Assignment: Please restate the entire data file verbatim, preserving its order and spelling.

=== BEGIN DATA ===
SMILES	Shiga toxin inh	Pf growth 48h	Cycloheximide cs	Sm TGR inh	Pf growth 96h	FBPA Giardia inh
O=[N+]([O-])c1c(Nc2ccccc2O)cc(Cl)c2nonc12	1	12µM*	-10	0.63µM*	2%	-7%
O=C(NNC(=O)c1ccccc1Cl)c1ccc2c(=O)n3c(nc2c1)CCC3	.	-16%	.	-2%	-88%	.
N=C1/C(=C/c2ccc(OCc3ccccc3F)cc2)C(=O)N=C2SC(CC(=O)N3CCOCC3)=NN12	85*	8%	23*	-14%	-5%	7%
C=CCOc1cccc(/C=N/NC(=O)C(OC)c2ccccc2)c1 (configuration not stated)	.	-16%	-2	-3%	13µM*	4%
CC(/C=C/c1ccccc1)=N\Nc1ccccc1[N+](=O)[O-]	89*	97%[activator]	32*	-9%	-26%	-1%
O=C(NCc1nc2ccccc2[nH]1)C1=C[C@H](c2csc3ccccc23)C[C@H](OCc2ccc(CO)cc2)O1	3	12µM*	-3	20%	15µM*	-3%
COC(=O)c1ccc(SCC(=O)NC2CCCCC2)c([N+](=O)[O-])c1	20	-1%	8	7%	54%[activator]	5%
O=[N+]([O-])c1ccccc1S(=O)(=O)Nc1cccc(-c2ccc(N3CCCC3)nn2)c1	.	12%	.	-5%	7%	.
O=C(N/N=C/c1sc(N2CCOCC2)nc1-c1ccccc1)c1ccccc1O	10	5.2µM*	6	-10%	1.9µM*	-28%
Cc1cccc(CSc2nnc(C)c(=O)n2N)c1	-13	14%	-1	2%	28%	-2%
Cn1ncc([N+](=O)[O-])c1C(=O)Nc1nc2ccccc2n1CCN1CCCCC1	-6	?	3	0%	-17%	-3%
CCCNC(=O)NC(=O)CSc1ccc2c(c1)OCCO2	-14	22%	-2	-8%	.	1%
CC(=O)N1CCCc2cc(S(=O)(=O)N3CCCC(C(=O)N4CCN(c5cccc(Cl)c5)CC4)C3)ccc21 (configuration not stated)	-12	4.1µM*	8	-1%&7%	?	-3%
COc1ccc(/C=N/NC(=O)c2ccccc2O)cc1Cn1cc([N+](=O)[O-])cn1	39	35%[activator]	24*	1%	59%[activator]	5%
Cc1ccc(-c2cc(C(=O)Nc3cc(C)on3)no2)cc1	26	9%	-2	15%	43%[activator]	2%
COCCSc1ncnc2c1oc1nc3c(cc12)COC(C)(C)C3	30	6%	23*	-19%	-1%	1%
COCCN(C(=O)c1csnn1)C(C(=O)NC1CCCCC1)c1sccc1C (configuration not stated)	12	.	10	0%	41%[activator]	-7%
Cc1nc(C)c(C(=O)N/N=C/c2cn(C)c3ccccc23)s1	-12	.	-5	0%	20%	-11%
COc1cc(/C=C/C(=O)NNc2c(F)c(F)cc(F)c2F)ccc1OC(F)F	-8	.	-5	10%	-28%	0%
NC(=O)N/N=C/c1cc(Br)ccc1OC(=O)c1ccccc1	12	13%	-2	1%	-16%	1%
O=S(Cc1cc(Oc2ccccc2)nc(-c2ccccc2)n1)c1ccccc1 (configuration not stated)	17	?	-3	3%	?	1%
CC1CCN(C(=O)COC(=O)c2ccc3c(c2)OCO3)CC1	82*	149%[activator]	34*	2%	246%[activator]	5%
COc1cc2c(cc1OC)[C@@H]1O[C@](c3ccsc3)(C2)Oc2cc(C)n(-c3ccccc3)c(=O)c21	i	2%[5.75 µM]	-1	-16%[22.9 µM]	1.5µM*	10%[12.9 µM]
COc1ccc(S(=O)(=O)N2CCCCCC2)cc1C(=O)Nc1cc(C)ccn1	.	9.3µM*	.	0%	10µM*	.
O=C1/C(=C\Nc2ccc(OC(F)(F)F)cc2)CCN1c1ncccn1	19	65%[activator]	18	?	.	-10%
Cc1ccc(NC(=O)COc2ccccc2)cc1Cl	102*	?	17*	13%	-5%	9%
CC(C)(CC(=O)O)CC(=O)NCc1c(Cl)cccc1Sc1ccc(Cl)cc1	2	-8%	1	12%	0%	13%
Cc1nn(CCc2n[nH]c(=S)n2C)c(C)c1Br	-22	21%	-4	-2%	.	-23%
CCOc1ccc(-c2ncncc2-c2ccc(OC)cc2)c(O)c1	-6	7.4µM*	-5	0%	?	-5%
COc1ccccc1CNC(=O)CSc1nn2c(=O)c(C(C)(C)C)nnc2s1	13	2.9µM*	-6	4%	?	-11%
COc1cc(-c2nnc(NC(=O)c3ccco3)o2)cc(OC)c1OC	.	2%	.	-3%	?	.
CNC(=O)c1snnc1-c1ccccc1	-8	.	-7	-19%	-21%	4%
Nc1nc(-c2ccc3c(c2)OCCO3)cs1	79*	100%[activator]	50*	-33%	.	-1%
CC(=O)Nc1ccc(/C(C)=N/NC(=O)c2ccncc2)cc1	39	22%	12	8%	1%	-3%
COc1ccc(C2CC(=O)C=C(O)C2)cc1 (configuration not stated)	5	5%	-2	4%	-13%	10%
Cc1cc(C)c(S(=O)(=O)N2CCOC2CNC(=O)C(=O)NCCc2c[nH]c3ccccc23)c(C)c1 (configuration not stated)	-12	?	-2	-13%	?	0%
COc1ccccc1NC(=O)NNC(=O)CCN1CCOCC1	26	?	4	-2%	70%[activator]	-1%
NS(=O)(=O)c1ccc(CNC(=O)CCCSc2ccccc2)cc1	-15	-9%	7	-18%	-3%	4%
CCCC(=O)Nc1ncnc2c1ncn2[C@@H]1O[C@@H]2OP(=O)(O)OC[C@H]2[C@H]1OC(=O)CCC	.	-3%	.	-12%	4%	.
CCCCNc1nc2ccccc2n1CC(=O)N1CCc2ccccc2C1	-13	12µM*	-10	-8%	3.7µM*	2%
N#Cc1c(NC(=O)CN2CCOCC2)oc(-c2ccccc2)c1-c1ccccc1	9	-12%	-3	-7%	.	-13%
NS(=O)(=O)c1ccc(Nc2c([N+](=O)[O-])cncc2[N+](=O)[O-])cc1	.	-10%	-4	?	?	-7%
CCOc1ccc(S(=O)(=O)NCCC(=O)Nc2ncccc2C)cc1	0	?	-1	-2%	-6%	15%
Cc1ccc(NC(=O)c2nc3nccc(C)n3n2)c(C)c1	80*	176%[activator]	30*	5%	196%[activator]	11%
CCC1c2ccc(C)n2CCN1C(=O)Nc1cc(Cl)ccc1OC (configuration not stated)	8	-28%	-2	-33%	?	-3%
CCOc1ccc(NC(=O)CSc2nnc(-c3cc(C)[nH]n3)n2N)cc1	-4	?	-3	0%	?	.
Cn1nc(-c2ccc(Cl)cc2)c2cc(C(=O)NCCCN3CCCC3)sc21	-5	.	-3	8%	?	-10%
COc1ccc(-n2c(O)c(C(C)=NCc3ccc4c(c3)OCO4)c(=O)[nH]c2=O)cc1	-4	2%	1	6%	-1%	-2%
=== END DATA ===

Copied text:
SMILES	Shiga toxin inh	Pf growth 48h	Cycloheximide cs	Sm TGR inh	Pf growth 96h	FBPA Giardia inh
O=[N+]([O-])c1c(Nc2ccccc2O)cc(Cl)c2nonc12	1	12µM*	-10	0.63µM*	2%	-7%
O=C(NNC(=O)c1ccccc1Cl)c1ccc2c(=O)n3c(nc2c1)CCC3	.	-16%	.	-2%	-88%	.
N=C1/C(=C/c2ccc(OCc3ccccc3F)cc2)C(=O)N=C2SC(CC(=O)N3CCOCC3)=NN12	85*	8%	23*	-14%	-5%	7%
C=CCOc1cccc(/C=N/NC(=O)C(OC)c2ccccc2)c1 (configuration not stated)	.	-16%	-2	-3%	13µM*	4%
CC(/C=C/c1ccccc1)=N\Nc1ccccc1[N+](=O)[O-]	89*	97%[activator]	32*	-9%	-26%	-1%
O=C(NCc1nc2ccccc2[nH]1)C1=C[C@H](c2csc3ccccc23)C[C@H](OCc2ccc(CO)cc2)O1	3	12µM*	-3	20%	15µM*	-3%
COC(=O)c1ccc(SCC(=O)NC2CCCCC2)c([N+](=O)[O-])c1	20	-1%	8	7%	54%[activator]	5%
O=[N+]([O-])c1ccccc1S(=O)(=O)Nc1cccc(-c2ccc(N3CCCC3)nn2)c1	.	12%	.	-5%	7%	.
O=C(N/N=C/c1sc(N2CCOCC2)nc1-c1ccccc1)c1ccccc1O	10	5.2µM*	6	-10%	1.9µM*	-28%
Cc1cccc(CSc2nnc(C)c(=O)n2N)c1	-13	14%	-1	2%	28%	-2%
Cn1ncc([N+](=O)[O-])c1C(=O)Nc1nc2ccccc2n1CCN1CCCCC1	-6	?	3	0%	-17%	-3%
CCCNC(=O)NC(=O)CSc1ccc2c(c1)OCCO2	-14	22%	-2	-8%	.	1%
CC(=O)N1CCCc2cc(S(=O)(=O)N3CCCC(C(=O)N4CCN(c5cccc(Cl)c5)CC4)C3)ccc21 (configuration not stated)	-12	4.1µM*	8	-1%&7%	?	-3%
COc1ccc(/C=N/NC(=O)c2ccccc2O)cc1Cn1cc([N+](=O)[O-])cn1	39	35%[activator]	24*	1%	59%[activator]	5%
Cc1ccc(-c2cc(C(=O)Nc3cc(C)on3)no2)cc1	26	9%	-2	15%	43%[activator]	2%
COCCSc1ncnc2c1oc1nc3c(cc12)COC(C)(C)C3	30	6%	23*	-19%	-1%	1%
COCCN(C(=O)c1csnn1)C(C(=O)NC1CCCCC1)c1sccc1C (configuration not stated)	12	.	10	0%	41%[activator]	-7%
Cc1nc(C)c(C(=O)N/N=C/c2cn(C)c3ccccc23)s1	-12	.	-5	0%	20%	-11%
COc1cc(/C=C/C(=O)NNc2c(F)c(F)cc(F)c2F)ccc1OC(F)F	-8	.	-5	10%	-28%	0%
NC(=O)N/N=C/c1cc(Br)ccc1OC(=O)c1ccccc1	12	13%	-2	1%	-16%	1%
O=S(Cc1cc(Oc2ccccc2)nc(-c2ccccc2)n1)c1ccccc1 (configuration not stated)	17	?	-3	3%	?	1%
CC1CCN(C(=O)COC(=O)c2ccc3c(c2)OCO3)CC1	82*	149%[activator]	34*	2%	246%[activator]	5%
COc1cc2c(cc1OC)[C@@H]1O[C@](c3ccsc3)(C2)Oc2cc(C)n(-c3ccccc3)c(=O)c21	i	2%[5.75 µM]	-1	-16%[22.9 µM]	1.5µM*	10%[12.9 µM]
COc1ccc(S(=O)(=O)N2CCCCCC2)cc1C(=O)Nc1cc(C)ccn1	.	9.3µM*	.	0%	10µM*	.
O=C1/C(=C\Nc2ccc(OC(F)(F)F)cc2)CCN1c1ncccn1	19	65%[activator]	18	?	.	-10%
Cc1ccc(NC(=O)COc2ccccc2)cc1Cl	102*	?	17*	13%	-5%	9%
CC(C)(CC(=O)O)CC(=O)NCc1c(Cl)cccc1Sc1ccc(Cl)cc1	2	-8%	1	12%	0%	13%
Cc1nn(CCc2n[nH]c(=S)n2C)c(C)c1Br	-22	21%	-4	-2%	.	-23%
CCOc1ccc(-c2ncncc2-c2ccc(OC)cc2)c(O)c1	-6	7.4µM*	-5	0%	?	-5%
COc1ccccc1CNC(=O)CSc1nn2c(=O)c(C(C)(C)C)nnc2s1	13	2.9µM*	-6	4%	?	-11%
COc1cc(-c2nnc(NC(=O)c3ccco3)o2)cc(OC)c1OC	.	2%	.	-3%	?	.
CNC(=O)c1snnc1-c1ccccc1	-8	.	-7	-19%	-21%	4%
Nc1nc(-c2ccc3c(c2)OCCO3)cs1	79*	100%[activator]	50*	-33%	.	-1%
CC(=O)Nc1ccc(/C(C)=N/NC(=O)c2ccncc2)cc1	39	22%	12	8%	1%	-3%
COc1ccc(C2CC(=O)C=C(O)C2)cc1 (configuration not stated)	5	5%	-2	4%	-13%	10%
Cc1cc(C)c(S(=O)(=O)N2CCOC2CNC(=O)C(=O)NCCc2c[nH]c3ccccc23)c(C)c1 (configuration not stated)	-12	?	-2	-13%	?	0%
COc1ccccc1NC(=O)NNC(=O)CCN1CCOCC1	26	?	4	-2%	70%[activator]	-1%
NS(=O)(=O)c1ccc(CNC(=O)CCCSc2ccccc2)cc1	-15	-9%	7	-18%	-3%	4%
CCCC(=O)Nc1ncnc2c1ncn2[C@@H]1O[C@@H]2OP(=O)(O)OC[C@H]2[C@H]1OC(=O)CCC	.	-3%	.	-12%	4%	.
CCCCNc1nc2ccccc2n1CC(=O)N1CCc2ccccc2C1	-13	12µM*	-10	-8%	3.7µM*	2%
N#Cc1c(NC(=O)CN2CCOCC2)oc(-c2ccccc2)c1-c1ccccc1	9	-12%	-3	-7%	.	-13%
NS(=O)(=O)c1ccc(Nc2c([N+](=O)[O-])cncc2[N+](=O)[O-])cc1	.	-10%	-4	?	?	-7%
CCOc1ccc(S(=O)(=O)NCCC(=O)Nc2ncccc2C)cc1	0	?	-1	-2%	-6%	15%
Cc1ccc(NC(=O)c2nc3nccc(C)n3n2)c(C)c1	80*	176%[activator]	30*	5%	196%[activator]	11%
CCC1c2ccc(C)n2CCN1C(=O)Nc1cc(Cl)ccc1OC (configuration not stated)	8	-28%	-2	-33%	?	-3%
CCOc1ccc(NC(=O)CSc2nnc(-c3cc(C)[nH]n3)n2N)cc1	-4	?	-3	0%	?	.
Cn1nc(-c2ccc(Cl)cc2)c2cc(C(=O)NCCCN3CCCC3)sc21	-5	.	-3	8%	?	-10%
COc1ccc(-n2c(O)c(C(C)=NCc3ccc4c(c3)OCO4)c(=O)[nH]c2=O)cc1	-4	2%	1	6%	-1%	-2%